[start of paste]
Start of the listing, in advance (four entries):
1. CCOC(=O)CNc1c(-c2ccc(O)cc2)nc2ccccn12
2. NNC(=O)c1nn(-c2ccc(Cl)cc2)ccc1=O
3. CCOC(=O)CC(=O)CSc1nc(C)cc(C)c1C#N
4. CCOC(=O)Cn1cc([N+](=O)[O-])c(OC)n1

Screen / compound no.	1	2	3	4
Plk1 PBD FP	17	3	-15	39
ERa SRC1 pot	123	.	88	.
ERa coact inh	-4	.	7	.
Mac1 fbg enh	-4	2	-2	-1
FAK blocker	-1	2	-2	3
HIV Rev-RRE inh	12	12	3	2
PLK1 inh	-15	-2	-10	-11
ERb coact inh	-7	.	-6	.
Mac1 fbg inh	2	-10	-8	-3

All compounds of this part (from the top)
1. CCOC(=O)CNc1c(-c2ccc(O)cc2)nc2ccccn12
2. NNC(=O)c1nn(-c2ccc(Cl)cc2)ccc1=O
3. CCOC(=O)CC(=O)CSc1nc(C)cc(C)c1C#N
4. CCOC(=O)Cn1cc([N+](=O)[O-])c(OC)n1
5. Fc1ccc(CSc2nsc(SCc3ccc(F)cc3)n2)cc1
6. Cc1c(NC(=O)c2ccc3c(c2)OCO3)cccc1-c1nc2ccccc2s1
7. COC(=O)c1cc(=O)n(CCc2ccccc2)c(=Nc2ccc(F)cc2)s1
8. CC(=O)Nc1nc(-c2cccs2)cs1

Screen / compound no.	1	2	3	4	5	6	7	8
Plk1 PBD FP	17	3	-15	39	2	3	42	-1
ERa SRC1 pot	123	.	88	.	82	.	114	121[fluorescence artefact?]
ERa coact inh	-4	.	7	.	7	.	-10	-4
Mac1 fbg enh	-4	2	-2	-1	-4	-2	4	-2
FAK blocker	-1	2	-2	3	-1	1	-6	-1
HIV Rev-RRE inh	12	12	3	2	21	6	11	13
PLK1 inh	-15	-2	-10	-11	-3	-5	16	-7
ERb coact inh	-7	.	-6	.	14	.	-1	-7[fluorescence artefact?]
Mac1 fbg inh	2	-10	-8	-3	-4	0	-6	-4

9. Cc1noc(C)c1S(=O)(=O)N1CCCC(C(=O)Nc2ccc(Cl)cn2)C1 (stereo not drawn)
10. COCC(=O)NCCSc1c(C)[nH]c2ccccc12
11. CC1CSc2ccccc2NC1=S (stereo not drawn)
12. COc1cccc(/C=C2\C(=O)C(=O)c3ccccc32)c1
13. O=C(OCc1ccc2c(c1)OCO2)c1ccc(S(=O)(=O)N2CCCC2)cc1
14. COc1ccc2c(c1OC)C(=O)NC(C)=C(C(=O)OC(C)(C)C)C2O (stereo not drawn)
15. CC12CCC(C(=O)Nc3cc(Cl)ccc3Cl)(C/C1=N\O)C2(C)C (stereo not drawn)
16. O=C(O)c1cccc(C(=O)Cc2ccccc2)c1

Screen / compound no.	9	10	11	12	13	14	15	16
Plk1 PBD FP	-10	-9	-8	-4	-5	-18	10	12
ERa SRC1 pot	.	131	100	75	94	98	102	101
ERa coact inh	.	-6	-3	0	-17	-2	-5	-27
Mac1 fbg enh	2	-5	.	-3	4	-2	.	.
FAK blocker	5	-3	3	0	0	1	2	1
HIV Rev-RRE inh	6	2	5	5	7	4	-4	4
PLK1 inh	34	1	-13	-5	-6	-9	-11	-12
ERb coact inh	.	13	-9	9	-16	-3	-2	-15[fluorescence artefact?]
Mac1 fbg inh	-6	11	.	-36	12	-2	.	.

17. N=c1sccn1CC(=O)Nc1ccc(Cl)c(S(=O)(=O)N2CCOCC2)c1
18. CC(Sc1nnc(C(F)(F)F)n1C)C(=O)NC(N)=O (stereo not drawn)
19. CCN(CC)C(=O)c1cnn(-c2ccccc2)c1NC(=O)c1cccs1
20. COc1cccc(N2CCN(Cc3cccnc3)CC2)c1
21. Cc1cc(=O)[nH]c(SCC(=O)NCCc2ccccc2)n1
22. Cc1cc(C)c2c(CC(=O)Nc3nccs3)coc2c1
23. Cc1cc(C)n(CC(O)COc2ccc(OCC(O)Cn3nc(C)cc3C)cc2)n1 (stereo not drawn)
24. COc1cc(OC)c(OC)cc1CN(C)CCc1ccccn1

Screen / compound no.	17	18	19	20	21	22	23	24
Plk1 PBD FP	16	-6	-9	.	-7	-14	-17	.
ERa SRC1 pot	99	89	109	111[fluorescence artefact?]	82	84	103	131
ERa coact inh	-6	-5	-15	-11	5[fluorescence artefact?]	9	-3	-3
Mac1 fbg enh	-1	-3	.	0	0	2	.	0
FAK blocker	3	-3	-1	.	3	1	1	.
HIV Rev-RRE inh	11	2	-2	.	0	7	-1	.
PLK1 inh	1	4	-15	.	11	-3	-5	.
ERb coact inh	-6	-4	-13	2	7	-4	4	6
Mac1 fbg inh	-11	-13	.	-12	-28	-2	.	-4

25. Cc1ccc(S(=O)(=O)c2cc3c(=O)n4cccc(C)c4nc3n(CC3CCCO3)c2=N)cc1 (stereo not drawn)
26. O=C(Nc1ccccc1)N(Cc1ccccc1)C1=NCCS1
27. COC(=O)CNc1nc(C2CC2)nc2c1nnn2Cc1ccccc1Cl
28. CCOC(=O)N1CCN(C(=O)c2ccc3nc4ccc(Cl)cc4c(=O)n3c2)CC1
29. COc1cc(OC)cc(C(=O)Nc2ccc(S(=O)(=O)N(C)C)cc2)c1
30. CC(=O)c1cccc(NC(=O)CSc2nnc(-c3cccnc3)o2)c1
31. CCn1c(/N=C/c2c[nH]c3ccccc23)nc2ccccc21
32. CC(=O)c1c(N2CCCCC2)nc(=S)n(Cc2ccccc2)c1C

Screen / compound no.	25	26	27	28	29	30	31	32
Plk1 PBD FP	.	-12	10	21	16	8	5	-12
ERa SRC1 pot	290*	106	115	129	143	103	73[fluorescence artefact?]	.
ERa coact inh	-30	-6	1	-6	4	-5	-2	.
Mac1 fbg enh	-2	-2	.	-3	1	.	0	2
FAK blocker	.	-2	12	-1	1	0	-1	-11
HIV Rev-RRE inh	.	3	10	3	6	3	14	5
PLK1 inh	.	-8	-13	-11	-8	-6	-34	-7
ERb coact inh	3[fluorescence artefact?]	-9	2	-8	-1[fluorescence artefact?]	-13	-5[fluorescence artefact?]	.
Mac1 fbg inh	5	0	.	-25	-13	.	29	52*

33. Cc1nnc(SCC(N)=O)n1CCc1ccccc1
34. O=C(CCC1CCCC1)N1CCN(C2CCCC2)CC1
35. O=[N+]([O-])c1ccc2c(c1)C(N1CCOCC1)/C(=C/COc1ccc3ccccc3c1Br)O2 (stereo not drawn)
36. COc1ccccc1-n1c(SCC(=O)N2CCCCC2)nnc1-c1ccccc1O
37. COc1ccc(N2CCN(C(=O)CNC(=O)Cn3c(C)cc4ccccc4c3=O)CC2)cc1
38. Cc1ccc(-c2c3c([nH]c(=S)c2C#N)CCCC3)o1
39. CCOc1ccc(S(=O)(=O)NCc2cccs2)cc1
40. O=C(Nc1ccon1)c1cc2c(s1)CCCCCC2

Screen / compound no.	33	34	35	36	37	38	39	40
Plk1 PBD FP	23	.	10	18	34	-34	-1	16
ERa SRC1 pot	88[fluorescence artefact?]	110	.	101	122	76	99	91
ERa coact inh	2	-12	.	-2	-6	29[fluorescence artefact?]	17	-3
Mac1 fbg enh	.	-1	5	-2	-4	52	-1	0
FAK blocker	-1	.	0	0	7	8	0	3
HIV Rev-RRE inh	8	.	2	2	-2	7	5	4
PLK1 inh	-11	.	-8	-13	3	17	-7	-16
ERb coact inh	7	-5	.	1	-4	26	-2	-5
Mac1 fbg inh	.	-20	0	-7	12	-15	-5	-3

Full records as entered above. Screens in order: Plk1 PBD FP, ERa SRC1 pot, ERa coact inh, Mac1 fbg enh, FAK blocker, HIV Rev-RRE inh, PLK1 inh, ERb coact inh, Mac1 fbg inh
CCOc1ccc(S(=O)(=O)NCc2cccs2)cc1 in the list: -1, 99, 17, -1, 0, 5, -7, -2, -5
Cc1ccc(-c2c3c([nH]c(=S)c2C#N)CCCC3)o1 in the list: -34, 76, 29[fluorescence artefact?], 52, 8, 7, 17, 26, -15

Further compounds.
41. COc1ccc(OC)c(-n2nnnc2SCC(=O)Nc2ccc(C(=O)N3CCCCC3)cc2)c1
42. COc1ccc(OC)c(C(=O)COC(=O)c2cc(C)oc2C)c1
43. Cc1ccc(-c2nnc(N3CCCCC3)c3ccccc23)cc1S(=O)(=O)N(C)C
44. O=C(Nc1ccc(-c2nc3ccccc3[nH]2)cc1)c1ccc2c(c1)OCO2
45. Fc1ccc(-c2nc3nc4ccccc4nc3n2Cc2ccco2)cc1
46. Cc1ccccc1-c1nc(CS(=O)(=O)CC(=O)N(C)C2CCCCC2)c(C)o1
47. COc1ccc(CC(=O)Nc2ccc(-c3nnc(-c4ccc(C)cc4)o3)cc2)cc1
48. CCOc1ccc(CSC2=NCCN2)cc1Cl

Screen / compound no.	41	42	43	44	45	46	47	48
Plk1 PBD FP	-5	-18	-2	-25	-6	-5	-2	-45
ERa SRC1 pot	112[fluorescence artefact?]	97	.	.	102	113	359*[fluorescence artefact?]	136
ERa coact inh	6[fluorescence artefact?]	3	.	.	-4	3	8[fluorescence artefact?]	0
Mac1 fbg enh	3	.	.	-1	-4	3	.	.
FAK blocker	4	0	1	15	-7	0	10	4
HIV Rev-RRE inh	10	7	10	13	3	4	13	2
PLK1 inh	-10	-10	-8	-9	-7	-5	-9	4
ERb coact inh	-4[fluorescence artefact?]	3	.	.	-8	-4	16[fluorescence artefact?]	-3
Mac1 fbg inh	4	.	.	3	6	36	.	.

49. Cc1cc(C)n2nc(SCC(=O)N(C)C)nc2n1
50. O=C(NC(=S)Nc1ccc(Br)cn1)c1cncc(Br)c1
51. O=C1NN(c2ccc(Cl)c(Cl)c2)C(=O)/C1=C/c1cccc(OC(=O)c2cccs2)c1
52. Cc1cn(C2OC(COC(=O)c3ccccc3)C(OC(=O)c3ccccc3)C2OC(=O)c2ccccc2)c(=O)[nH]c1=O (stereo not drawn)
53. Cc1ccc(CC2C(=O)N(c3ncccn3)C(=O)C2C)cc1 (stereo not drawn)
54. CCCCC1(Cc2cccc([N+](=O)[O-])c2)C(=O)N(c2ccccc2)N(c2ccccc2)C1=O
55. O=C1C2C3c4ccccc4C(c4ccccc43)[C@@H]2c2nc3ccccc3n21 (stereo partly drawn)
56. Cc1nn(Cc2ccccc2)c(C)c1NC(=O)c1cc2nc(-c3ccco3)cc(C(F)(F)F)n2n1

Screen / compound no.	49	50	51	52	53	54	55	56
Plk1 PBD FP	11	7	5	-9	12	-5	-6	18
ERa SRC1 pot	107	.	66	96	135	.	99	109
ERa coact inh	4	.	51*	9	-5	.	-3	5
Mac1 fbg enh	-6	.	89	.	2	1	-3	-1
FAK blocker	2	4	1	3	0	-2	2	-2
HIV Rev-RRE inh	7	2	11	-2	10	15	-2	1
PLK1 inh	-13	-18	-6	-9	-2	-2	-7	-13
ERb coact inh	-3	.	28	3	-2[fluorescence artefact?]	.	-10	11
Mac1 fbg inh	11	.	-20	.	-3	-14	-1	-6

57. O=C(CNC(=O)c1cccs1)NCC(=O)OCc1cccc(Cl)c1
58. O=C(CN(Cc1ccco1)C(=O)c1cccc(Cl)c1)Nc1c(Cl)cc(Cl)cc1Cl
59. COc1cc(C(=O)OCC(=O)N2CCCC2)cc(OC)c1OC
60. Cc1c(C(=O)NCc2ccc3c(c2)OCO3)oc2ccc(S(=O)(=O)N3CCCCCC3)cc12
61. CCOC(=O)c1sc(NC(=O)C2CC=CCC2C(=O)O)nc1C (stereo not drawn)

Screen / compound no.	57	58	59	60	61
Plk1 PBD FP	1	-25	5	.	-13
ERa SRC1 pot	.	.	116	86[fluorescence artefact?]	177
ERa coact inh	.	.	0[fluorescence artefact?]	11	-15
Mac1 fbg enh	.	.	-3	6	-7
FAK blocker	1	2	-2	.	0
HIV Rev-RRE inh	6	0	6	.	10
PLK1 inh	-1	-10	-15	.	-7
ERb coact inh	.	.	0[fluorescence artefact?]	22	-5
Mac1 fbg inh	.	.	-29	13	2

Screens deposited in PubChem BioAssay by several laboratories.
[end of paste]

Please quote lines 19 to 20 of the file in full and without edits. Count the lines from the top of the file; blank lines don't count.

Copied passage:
3. CCOC(=O)CC(=O)CSc1nc(C)cc(C)c1C#N
4. CCOC(=O)Cn1cc([N+](=O)[O-])c(OC)n1